This, in its very essence, is why the founders restricted the authority of the central government when it come to arms though the Second Amendment.
But Madison goes on to provide a strategy that makes it possible to resist unconstitutional federal act without relying on arms – a moderate middle road between submission and revolution. He gave us a blueprint for stopping federal overreach before the Constitution was even ratified.
That tool is the non-cooperation, and he assured Americans that the power of the states could keep the general government in check.
The states simply do NOT have to cooperate with the enforcement of unconstitutional federal acts concerning the right to keep and bear arms. This strategy has even been affirmed by the courts under what is known as the anti-commandeering doctrine.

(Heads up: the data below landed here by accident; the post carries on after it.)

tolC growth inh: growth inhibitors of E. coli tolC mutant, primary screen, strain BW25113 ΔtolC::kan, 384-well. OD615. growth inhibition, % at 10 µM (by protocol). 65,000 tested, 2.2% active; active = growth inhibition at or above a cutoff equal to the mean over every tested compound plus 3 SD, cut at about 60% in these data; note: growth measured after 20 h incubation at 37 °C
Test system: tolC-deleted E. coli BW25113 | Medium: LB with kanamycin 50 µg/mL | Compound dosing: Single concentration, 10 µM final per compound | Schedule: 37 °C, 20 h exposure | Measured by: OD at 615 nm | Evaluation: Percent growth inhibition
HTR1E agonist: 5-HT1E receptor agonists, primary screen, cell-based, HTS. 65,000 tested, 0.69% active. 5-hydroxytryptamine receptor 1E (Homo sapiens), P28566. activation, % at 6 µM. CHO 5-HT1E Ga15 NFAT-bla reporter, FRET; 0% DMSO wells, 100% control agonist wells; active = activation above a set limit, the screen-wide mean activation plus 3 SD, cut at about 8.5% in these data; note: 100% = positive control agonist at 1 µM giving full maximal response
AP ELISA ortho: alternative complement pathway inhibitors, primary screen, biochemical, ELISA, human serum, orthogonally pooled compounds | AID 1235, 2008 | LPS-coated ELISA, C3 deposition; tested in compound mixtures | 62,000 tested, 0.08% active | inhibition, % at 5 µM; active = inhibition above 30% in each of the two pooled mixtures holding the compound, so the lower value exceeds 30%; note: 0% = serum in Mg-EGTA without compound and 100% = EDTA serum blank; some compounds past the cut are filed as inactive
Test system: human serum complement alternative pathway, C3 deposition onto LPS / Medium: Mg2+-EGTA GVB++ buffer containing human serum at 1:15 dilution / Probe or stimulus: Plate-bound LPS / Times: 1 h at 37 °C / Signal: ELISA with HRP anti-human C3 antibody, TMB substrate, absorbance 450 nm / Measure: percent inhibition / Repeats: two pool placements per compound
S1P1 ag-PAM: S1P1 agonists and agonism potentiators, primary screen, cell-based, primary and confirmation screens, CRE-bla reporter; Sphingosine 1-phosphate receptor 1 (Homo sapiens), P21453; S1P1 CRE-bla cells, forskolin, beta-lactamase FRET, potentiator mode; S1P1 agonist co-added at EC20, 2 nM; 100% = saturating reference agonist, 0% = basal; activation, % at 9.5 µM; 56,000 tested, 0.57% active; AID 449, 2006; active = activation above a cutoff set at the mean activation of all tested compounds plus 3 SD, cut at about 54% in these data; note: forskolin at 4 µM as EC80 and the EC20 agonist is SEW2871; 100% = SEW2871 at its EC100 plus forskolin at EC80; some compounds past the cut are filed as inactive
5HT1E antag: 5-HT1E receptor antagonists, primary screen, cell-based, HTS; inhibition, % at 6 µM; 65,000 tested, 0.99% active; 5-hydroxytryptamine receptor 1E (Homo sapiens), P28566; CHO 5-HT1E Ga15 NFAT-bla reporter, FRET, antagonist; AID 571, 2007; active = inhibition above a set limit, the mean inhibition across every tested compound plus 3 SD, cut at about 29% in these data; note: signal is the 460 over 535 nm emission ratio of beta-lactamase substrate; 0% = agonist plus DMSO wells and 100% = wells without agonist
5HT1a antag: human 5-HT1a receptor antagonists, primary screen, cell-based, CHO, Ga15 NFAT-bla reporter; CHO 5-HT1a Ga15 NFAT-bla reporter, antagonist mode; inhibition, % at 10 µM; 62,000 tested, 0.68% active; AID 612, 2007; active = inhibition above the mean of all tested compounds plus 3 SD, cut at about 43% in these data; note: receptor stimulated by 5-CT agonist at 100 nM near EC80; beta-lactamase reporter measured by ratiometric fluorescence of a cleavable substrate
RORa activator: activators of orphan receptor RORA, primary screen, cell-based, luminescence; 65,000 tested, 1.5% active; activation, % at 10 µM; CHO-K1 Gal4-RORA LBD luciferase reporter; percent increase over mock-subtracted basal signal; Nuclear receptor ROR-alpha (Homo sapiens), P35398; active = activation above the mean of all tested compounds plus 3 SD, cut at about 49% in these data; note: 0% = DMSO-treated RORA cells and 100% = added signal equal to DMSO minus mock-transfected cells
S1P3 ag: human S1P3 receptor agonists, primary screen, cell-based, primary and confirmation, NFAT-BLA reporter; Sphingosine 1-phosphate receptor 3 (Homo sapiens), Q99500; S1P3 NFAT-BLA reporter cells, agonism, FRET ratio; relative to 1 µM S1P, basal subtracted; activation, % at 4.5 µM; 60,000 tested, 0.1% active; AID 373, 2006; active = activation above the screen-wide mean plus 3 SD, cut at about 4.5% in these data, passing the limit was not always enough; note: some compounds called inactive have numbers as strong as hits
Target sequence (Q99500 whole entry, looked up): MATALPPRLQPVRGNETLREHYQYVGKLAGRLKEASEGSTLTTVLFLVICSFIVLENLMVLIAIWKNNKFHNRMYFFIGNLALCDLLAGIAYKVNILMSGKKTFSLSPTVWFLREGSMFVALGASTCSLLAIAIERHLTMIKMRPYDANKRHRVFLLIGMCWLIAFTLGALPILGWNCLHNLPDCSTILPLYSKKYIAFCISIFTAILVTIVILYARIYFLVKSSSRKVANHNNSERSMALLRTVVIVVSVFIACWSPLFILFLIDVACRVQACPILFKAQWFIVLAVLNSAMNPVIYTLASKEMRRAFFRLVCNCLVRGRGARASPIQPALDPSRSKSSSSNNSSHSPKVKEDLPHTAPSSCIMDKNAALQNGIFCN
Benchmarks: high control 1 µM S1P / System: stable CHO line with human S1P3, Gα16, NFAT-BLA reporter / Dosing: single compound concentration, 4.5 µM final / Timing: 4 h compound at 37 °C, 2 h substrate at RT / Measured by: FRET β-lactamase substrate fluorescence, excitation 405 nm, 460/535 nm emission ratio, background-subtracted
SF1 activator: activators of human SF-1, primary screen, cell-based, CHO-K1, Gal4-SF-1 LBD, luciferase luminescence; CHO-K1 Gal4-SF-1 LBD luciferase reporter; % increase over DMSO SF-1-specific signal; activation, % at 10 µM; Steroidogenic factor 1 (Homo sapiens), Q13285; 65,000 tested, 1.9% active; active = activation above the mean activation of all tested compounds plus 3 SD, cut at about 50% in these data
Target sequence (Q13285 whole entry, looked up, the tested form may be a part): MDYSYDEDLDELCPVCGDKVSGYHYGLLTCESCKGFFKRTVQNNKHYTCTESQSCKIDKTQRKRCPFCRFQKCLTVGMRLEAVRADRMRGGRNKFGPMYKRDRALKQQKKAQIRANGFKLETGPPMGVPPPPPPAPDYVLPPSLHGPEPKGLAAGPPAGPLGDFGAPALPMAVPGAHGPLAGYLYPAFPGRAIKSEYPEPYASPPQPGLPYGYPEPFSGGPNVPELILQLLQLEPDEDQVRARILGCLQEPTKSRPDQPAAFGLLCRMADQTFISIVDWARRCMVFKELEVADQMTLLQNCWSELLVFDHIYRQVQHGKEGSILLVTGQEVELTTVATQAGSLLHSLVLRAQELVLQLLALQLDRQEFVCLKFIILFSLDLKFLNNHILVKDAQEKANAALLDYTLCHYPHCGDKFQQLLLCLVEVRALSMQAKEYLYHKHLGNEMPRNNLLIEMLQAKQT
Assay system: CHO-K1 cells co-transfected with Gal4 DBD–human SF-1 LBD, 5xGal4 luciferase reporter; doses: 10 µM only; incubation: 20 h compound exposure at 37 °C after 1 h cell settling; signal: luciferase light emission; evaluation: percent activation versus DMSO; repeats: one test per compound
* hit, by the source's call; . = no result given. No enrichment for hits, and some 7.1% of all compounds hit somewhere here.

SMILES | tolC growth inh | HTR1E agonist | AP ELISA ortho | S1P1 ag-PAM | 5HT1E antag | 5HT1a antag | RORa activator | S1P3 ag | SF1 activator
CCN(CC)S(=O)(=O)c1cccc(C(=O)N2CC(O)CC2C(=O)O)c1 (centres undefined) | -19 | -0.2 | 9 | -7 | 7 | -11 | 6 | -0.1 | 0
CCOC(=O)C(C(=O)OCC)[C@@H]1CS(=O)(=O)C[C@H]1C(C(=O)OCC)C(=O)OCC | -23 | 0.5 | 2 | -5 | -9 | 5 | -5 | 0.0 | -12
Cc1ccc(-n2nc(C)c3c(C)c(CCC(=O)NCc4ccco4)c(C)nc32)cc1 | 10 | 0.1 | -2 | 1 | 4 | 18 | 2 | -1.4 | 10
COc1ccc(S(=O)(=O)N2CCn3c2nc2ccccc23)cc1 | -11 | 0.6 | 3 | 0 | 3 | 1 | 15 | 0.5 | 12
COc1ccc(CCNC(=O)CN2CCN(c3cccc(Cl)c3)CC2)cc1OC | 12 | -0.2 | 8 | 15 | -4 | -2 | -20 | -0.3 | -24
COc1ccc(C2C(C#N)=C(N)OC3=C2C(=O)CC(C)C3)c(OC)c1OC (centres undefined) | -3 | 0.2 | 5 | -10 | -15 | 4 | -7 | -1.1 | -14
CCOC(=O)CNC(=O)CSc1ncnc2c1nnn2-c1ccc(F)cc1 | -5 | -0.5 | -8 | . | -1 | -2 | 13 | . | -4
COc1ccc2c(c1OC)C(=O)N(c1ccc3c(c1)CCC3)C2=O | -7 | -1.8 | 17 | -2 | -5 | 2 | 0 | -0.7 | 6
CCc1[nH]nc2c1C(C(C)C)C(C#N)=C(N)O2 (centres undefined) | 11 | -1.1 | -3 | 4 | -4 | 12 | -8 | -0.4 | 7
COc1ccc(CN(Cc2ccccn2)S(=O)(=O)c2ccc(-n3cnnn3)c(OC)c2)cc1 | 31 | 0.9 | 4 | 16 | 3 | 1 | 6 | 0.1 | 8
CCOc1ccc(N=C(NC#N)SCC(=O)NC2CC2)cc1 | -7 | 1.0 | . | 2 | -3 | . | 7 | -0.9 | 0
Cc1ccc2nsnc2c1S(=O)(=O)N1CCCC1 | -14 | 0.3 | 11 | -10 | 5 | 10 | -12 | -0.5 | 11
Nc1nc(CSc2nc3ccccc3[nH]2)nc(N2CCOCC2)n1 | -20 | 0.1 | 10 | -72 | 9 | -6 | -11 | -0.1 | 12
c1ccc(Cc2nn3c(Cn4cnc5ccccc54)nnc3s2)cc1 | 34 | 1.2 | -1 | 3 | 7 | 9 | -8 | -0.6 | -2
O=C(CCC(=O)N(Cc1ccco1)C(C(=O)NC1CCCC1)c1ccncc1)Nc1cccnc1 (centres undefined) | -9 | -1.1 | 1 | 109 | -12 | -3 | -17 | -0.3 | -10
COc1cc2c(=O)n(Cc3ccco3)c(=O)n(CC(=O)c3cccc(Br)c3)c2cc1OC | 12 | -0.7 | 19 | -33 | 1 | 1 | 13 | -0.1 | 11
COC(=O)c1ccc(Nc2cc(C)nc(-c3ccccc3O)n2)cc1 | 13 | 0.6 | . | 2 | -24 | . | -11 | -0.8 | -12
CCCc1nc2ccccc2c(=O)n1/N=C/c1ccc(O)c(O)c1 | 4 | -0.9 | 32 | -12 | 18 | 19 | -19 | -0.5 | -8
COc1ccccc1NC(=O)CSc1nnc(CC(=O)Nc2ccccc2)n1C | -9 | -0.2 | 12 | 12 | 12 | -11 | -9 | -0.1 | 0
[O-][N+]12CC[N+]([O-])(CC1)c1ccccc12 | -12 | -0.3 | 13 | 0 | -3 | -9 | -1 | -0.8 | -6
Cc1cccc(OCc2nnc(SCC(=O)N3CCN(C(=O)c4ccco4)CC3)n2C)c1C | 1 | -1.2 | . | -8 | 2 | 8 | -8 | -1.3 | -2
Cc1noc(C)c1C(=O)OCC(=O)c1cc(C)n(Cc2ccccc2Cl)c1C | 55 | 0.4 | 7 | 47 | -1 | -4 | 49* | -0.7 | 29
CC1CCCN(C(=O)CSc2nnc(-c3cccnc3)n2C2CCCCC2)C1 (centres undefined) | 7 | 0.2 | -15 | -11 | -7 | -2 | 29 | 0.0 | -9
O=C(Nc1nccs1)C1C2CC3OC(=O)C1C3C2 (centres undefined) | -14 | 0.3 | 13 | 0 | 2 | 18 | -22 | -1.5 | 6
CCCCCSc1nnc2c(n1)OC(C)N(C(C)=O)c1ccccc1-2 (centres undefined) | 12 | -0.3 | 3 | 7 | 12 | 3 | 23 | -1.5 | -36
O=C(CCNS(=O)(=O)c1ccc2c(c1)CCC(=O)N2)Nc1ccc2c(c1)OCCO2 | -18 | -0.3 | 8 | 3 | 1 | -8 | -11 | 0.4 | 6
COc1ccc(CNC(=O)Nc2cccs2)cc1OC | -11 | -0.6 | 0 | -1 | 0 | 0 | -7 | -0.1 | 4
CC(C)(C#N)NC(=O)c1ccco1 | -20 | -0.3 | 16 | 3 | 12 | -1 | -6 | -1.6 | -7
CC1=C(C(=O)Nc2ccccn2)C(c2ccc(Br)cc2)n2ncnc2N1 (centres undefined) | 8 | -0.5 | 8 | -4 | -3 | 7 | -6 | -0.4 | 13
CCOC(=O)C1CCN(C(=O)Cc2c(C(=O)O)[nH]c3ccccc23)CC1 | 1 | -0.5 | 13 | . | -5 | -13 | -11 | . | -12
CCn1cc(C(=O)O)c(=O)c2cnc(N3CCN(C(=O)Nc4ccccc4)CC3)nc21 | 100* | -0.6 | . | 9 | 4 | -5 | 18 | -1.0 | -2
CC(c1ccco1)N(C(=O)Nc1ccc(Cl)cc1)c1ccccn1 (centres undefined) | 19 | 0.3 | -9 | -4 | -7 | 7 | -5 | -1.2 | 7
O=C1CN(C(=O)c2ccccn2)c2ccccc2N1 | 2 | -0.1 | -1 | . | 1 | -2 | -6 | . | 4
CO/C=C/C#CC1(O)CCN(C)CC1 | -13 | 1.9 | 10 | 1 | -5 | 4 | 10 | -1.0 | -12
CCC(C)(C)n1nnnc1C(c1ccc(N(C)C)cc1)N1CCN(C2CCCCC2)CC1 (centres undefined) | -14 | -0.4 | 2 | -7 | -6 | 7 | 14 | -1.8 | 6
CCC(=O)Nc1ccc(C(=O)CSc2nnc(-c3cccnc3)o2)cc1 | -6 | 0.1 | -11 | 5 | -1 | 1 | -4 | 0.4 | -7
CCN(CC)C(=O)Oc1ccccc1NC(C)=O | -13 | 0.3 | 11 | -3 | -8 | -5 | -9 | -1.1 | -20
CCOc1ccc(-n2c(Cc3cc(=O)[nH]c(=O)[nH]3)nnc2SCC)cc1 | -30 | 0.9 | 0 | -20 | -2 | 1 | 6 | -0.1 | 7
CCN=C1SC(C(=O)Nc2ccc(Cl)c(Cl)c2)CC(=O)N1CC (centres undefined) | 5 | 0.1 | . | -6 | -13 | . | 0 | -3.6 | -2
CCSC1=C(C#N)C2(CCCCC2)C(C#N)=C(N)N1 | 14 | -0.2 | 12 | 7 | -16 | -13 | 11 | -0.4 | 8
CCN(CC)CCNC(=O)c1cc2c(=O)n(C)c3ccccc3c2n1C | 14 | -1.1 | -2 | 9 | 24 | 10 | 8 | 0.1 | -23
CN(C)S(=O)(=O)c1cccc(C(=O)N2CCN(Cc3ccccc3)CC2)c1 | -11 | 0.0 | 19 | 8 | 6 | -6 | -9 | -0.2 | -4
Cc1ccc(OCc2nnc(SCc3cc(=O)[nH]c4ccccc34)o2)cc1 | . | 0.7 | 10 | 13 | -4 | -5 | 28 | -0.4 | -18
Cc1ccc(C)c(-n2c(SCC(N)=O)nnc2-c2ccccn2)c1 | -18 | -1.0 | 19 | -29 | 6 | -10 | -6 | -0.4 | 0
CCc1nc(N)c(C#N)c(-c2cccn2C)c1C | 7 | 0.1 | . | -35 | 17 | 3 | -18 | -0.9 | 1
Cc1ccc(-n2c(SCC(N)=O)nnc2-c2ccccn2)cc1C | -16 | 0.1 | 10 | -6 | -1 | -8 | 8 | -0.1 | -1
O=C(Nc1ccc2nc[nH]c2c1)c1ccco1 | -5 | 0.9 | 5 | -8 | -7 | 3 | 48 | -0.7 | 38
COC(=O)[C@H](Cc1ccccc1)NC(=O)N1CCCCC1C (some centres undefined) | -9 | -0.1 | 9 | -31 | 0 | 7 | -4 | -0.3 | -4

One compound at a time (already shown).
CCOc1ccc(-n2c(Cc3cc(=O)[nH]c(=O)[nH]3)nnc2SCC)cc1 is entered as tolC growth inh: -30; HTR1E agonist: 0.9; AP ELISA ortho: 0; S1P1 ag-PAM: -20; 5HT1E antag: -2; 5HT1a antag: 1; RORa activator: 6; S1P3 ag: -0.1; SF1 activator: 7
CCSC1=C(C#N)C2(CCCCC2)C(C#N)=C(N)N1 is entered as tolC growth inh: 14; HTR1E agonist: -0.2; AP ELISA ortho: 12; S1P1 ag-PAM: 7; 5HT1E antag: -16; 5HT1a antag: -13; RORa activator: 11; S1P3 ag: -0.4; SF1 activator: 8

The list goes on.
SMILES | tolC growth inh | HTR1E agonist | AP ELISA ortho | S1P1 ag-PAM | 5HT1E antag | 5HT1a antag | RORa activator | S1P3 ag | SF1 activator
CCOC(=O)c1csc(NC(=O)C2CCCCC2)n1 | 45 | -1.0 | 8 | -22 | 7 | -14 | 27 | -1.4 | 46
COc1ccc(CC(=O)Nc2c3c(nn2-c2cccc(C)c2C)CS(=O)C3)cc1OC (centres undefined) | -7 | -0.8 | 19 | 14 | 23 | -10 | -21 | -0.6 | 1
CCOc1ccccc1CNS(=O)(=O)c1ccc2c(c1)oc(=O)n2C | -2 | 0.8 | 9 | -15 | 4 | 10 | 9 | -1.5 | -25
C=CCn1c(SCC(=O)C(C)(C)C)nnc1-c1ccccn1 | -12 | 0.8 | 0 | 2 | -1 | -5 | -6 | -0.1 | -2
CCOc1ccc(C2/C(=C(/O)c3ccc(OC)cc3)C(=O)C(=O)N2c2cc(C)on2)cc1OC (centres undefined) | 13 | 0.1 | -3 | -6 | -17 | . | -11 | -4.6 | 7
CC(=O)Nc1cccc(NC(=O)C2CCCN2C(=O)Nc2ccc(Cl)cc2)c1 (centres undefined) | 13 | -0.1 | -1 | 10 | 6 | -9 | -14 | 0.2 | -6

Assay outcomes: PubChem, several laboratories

JAMES MADISON’S ADVICE
From Federalist #46:
“Should an unwarrantable measure of the federal government be unpopular in particular States, which would seldom fail to be the case, or even a warrantable measure be so, which may sometimes be the case, the means of opposition to it are powerful and at hand. The disquietude of the people; their repugnance and, perhaps, refusal to co-operate with the officers of the Union; the frowns of the executive magistracy of the State; the embarrassments created by legislative devices, which would often be added on such occasions, would oppose, in any State, difficulties not to be despised; would form, in a large State, very serious impediments; and where the sentiments of several adjoining States happened to be in unison, would present obstructions which the federal government would hardly be willing to encounter.”
Let’s break down Madison’s prescription.